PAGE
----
The husband of a teaching assistant who died after having a Brazilian bum lift procedure abroad has urged others not to travel abroad for similar surgery. In a statement issued after an inquest into the death of mother-of-two Tryce Harry, her husband Kirk Harry said he had supported her “dream” of having cosmetic treatment.
A two-hour hearing at Birmingham Coroner’s Court was told Tryce Harry went into cardiac arrest an hour after the end of three procedures, which included surgery to her stomach, and liposuction to transfer fat into her buttocks.
A post-mortem examination showed the 49-year-old, from Hockley, Birmingham, died after suffering a “fat embolism” where fat lodges within a blood vessel causing a blockage of blood flow. She died despite CPR and advanced life support treatment at a clinic in Budapest on March 19.
Birmingham coroner Emma Brown ruled that neglect did not play a part in the death, concluding that Tryce Harry had died from “complications of elective surgery.”
The inquest was told Kirk Harry was not informed about his wife’s collapse and death until three hours after she had passed away. In a statement issued following the inquest, Kirk Harry – whose wife paid 5,300 euros for her five-hour operation in Hungary – urged others not to seek such surgery overseas.
He said: “My wife had thought long and hard about having this procedure done. It was not a decision made lightly by either of us, but it was her dream and I supported her in it.“We had no misgivings, no fear. We thought we had found the perfect place. We knew other people who had been to the same clinic and were very happy with their treatment.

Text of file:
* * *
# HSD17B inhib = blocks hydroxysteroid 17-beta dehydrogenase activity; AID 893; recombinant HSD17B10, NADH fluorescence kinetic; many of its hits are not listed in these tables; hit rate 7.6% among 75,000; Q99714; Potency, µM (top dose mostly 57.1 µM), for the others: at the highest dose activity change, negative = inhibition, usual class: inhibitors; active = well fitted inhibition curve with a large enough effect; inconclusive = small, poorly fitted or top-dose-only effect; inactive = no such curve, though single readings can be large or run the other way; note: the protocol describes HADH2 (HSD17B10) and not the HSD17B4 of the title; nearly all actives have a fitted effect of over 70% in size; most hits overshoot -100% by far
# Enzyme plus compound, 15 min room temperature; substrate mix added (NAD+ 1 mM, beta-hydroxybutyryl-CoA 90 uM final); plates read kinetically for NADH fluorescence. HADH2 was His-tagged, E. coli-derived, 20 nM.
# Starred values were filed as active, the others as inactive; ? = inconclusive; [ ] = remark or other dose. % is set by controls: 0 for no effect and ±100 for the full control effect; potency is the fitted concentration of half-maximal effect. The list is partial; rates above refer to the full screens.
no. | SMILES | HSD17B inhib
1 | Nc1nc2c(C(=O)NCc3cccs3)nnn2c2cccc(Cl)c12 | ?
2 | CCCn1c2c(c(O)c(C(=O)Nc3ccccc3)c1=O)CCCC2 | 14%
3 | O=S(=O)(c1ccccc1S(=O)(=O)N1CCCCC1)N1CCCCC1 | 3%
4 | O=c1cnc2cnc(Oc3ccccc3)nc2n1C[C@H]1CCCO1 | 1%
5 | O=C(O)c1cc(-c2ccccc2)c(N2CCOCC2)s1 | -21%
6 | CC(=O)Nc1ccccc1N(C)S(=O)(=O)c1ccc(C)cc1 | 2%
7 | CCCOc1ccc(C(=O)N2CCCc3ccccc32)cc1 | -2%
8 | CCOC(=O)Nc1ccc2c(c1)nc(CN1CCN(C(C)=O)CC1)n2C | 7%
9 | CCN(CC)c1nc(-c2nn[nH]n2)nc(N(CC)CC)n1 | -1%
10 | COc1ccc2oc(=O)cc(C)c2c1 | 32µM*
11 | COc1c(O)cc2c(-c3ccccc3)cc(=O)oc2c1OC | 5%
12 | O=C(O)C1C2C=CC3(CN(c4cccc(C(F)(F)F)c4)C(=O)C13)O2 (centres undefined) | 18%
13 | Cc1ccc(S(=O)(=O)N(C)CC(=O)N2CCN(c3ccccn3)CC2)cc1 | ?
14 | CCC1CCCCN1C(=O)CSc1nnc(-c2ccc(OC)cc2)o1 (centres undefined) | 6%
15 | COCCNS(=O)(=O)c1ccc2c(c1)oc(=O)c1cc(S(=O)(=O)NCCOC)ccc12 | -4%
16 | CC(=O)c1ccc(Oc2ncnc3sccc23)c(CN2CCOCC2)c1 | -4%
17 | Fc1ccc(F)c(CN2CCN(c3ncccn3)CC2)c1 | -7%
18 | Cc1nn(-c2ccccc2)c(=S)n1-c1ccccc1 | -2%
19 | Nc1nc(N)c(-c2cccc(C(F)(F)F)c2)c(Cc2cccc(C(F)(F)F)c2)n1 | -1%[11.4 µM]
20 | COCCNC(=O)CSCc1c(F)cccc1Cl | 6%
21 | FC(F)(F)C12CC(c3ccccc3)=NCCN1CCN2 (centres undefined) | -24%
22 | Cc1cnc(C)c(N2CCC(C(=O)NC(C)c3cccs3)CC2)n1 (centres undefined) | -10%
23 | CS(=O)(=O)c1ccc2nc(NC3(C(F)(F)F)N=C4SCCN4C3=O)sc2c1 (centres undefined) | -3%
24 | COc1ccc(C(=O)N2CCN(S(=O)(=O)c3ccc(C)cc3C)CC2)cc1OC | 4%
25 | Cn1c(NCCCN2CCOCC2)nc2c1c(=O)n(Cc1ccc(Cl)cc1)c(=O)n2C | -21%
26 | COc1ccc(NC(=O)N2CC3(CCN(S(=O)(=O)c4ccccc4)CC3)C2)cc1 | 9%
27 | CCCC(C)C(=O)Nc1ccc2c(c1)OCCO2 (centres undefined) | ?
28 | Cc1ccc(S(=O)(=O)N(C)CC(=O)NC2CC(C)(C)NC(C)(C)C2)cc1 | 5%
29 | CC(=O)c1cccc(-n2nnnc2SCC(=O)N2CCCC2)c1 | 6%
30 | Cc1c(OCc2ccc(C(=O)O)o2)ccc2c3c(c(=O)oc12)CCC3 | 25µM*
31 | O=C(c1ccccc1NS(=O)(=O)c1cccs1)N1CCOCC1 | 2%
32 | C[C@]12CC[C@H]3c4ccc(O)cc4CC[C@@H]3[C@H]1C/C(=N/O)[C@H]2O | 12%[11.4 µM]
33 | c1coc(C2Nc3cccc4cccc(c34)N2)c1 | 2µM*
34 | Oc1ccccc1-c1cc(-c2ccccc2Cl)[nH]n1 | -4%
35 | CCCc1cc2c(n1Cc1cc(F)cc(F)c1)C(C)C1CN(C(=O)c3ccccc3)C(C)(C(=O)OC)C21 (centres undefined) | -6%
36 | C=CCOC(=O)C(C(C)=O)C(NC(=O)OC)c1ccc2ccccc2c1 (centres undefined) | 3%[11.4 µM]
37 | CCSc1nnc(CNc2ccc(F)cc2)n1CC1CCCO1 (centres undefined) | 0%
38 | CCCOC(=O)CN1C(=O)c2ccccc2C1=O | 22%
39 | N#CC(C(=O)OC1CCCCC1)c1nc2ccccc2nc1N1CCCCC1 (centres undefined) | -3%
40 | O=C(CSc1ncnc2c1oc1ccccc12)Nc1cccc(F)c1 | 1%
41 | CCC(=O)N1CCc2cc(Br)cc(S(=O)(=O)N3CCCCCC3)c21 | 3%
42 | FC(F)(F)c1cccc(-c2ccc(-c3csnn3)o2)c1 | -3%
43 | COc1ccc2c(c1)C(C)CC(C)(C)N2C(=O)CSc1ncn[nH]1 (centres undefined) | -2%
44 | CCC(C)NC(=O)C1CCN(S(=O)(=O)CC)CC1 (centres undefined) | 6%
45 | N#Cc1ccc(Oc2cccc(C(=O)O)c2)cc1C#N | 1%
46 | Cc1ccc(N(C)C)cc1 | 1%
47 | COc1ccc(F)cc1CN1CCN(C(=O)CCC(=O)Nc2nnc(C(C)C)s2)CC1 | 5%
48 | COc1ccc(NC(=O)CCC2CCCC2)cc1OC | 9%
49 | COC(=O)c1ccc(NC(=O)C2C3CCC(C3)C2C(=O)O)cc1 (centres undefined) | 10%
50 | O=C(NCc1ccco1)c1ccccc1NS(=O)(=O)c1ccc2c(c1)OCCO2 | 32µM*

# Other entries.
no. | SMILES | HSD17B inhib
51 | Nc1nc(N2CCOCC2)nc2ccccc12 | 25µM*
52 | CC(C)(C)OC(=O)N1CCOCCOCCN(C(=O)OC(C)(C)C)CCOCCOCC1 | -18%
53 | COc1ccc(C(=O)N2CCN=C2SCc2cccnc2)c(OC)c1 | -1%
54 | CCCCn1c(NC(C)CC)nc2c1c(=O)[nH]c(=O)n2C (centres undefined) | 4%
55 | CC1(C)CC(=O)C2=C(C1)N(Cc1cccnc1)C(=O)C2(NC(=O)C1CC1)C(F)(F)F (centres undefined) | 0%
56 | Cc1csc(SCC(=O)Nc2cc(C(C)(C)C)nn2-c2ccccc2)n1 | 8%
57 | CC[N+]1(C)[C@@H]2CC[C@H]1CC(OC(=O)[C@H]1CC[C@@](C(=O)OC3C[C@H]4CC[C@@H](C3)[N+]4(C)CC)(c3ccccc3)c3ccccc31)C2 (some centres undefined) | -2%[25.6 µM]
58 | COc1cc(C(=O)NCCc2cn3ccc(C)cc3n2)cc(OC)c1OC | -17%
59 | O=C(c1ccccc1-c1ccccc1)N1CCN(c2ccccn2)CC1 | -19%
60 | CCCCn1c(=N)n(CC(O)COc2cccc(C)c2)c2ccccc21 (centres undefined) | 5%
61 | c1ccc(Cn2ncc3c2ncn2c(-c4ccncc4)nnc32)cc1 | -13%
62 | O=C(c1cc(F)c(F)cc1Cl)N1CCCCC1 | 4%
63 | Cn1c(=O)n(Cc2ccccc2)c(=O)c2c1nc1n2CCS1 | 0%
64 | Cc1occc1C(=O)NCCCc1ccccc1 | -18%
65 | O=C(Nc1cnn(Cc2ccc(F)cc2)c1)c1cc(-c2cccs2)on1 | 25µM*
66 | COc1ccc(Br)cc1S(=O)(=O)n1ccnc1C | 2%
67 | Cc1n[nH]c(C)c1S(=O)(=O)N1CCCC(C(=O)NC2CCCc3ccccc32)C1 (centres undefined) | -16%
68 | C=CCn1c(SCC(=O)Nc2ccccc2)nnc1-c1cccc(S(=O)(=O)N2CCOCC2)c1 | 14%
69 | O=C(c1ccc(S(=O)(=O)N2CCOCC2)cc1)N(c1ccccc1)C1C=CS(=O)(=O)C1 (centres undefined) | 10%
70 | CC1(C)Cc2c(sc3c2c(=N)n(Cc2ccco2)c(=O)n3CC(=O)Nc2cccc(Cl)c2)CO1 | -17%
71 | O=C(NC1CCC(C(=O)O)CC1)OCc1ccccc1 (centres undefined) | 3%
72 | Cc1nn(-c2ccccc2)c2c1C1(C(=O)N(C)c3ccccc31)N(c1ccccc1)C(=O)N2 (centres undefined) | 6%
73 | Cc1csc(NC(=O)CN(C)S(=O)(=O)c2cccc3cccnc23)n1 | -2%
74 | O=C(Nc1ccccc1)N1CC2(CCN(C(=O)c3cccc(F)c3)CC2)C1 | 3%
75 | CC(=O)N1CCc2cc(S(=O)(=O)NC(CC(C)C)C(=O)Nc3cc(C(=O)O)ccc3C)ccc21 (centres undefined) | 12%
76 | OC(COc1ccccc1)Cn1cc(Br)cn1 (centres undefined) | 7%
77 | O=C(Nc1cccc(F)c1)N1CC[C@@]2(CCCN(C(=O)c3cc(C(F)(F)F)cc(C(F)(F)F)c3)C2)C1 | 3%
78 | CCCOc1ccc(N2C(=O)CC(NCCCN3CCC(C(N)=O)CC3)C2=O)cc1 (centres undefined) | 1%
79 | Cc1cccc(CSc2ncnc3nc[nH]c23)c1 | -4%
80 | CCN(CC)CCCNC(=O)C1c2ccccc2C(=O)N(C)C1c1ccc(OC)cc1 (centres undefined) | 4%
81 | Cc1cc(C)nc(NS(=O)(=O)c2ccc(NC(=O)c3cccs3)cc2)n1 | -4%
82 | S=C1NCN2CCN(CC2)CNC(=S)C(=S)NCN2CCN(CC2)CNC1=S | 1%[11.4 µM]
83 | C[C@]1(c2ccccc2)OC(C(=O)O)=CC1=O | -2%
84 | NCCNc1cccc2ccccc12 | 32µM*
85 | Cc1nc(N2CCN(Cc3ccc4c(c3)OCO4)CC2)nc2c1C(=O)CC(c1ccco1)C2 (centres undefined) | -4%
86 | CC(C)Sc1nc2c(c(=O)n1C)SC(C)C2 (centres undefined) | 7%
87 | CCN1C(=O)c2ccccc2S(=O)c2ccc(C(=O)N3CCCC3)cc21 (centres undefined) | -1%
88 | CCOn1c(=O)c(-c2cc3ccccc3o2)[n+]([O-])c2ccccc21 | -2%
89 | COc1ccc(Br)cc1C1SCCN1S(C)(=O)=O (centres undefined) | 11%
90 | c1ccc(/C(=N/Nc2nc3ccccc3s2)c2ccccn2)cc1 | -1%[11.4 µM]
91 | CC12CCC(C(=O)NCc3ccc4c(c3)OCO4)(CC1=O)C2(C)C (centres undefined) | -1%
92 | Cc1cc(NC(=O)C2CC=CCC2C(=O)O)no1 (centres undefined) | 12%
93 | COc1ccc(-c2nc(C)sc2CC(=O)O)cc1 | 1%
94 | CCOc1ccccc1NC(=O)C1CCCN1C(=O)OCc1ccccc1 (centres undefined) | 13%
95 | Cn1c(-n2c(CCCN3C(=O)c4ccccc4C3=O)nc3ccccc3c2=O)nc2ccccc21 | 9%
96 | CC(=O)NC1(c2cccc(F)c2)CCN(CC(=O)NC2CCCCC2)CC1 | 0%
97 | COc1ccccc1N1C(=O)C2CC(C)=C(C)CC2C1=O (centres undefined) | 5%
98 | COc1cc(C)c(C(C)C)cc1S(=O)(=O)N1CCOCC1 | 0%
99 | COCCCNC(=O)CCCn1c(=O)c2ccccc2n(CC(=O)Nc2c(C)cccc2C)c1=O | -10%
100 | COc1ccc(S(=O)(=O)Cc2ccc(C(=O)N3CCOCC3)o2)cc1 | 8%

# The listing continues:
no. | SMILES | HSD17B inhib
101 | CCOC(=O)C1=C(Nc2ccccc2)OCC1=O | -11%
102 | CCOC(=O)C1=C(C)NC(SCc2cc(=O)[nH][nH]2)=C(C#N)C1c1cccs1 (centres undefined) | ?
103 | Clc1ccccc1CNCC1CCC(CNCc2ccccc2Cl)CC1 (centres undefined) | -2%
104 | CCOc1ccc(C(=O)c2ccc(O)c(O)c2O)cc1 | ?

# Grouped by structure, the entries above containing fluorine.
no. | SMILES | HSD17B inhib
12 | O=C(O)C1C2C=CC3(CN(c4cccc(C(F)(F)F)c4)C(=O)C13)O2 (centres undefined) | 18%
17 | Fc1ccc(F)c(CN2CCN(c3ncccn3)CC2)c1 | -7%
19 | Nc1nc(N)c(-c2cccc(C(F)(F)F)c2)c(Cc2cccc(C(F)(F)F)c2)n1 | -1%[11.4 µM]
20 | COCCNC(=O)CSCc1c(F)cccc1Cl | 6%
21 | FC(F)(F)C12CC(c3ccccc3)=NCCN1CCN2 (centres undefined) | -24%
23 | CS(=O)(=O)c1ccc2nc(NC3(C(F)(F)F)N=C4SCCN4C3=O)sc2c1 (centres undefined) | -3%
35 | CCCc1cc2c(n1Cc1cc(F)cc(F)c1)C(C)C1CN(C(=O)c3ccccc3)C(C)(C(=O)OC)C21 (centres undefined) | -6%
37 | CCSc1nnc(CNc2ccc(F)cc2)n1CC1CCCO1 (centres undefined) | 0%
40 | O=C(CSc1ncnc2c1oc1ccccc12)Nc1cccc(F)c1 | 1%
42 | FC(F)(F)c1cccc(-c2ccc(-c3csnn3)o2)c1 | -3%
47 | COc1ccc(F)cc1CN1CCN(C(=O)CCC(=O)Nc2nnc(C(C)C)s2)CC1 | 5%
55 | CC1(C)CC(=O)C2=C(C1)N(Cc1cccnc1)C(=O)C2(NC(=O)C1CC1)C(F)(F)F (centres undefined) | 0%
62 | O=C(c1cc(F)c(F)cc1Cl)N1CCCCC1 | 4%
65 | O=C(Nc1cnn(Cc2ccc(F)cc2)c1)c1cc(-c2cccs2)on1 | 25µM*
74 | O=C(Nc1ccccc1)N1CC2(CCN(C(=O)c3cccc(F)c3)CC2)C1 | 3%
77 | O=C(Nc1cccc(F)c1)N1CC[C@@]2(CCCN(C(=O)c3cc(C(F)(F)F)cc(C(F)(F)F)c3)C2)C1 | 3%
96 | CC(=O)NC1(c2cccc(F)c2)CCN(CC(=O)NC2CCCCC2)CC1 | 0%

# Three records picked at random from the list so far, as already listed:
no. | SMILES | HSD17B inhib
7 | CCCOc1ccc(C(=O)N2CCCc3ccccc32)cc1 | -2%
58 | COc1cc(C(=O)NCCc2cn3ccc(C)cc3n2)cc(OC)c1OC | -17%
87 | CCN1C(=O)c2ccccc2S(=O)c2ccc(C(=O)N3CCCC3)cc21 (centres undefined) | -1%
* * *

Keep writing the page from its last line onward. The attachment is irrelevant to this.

“My wife was happy the last time I saw her. She was very happy to undergo the procedure and saw it as a new chapter in her life.
“She shouldn’t have died. If I could turn the clock back, I would and I would advise anyone considering this procedure to have it done here in this country where medical practices are expected to be better.“Whatever the cost, one can’t put a price on life. You only get one life.”The husband added: “My wife was quite simply everything to me. To my children and I she was the most important person in our world, our greatest cheerleader.“For me, she was the love of my life, the woman I loved more than anyone ever created, my childhood sweetheart and my first love who I adored.”
Isabel Bathurst, a specialist travel lawyer from law firm Slater and Gordon who is representing the family, said: “This is a truly heartbreaking case which exposes the risks of traveling abroad for treatment.“Clinics may have the expertise to perform these procedures but not always a plan in place for if something goes wrong.“Mrs Harry’s family know nothing can bring her back but hope that now, by speaking out, other people will think more carefully before undergoing procedures such as this in the future.”